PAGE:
So, I drove to the cemetery that I had not visited since our family stood huddled together under a small protective awning that, despite its best efforts, could not shield us from the bone-chilling wind as we laid my father to rest. I was struck by the contrast of that winter’s day to this one—a mild August morning with low humidity and a gentle breeze.
As I parked and walked slowly toward their resting place, the tears began to form. Then, as I stood gazing at their names and dates, the tears I had been unable—and perhaps reluctant—to access now began to flow freely. Simultaneously, memories began to surface as if a photo album had been opened, but rather than shut it quickly as I tend to do, I allowed the images to come, increasing the flow of my tears. With no one around to see or hear me, I sat on a nearby bench and cried freely as I shared vulnerably with God. After acknowledging authentic feelings that had lain dormant for some time, I gave thanks that God has been with me through every loss, every heartbreak, every disappointment, every time of loneliness. I acknowledged, with sincere gratitude, that only God’s presence can meet my deepest needs. Amazingly, in that moment the clouds parted and the sun shone down strongly on me. Overcome by the literal expression of the light and warmth of God’s love, tears of joy mingled with tears of grief, and I sat with my face upturned toward the sun, soaking in the love of God.
As I walked back to my car and prepared to drive away, I looked to my right and was struck by the beauty of a bed of purple petunias. Suddenly two yellow butterflies emerged—and then two more. As they flitted and danced among the flowers, I thought of Mom and Dad—and my mothers-in-law Miriam and Judy—who are now fully transformed and whole in God’s presence.
The writer of Ecclesiastes tells us there is a time for mourning and a time for dancing, but what the author doesn’t say is that they are not mutually exclusive. Contrary to popular belief, it’s possible to hold opposing emotions at the same time. Sadness and joy are not either/or but both/and. So, if we feel stuck in one emotion, we can get curious about what other emotions we haven’t acknowledged or allowed ourselves to feel and allow space and time to feel whatever surfaces.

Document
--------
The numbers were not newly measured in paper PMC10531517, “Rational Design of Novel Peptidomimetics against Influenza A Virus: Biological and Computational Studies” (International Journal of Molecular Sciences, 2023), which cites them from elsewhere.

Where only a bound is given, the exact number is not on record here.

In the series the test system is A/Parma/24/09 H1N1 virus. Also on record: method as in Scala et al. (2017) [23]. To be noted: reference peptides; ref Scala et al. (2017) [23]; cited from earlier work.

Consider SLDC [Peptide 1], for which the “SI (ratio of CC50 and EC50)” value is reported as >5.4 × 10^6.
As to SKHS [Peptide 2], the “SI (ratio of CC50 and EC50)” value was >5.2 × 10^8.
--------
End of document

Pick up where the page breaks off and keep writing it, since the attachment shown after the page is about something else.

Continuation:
Whatever you’re feeling today, I encourage you to be gentle with yourself as you pay attention to your inner movements and the invitations of the Holy Spirit. As I experienced today, sometimes going to an actual place—or holding a physical object of some significance—can help you to access emotions that need to be expressed and witnessed as you focus on God’s presence in the here and now through your surroundings and five senses. (Referring to a feelings chart or wheel is another helpful way to identify and express emotions when you're unsure what you're feeling.)
Most of all, here's what I want to leave you with: wherever you find yourself on any given day, God’s loving presence is always with you, even if you don’t recognize it. Even if you feel stuck. Even then—and especially then—God is laboring in love in your life. Feelings come and go, as do times of stuck-ness, but God's love for us is as constant as the sun. And God's loving presence is the safest place to allow ourselves to feel our feelings.
Are you tired of the conflict that has come to characterize our culture? Me, too. Some days I wish there was a failproof prayer or plan that would eliminate it for good. Other days I do my best to ignore it—and I’m able to do that for a while if I unplug or limit media intake. But try as I might, I cannot truly ignore, escape, or eliminate conflict—and neither can you. The only healthy way out of conflict is through it, addressing it patiently—person by person, moment by moment—with love, wisdom, and grace. And the only way to do that is to look inward at our own internal conflict, because all conflict begins within us.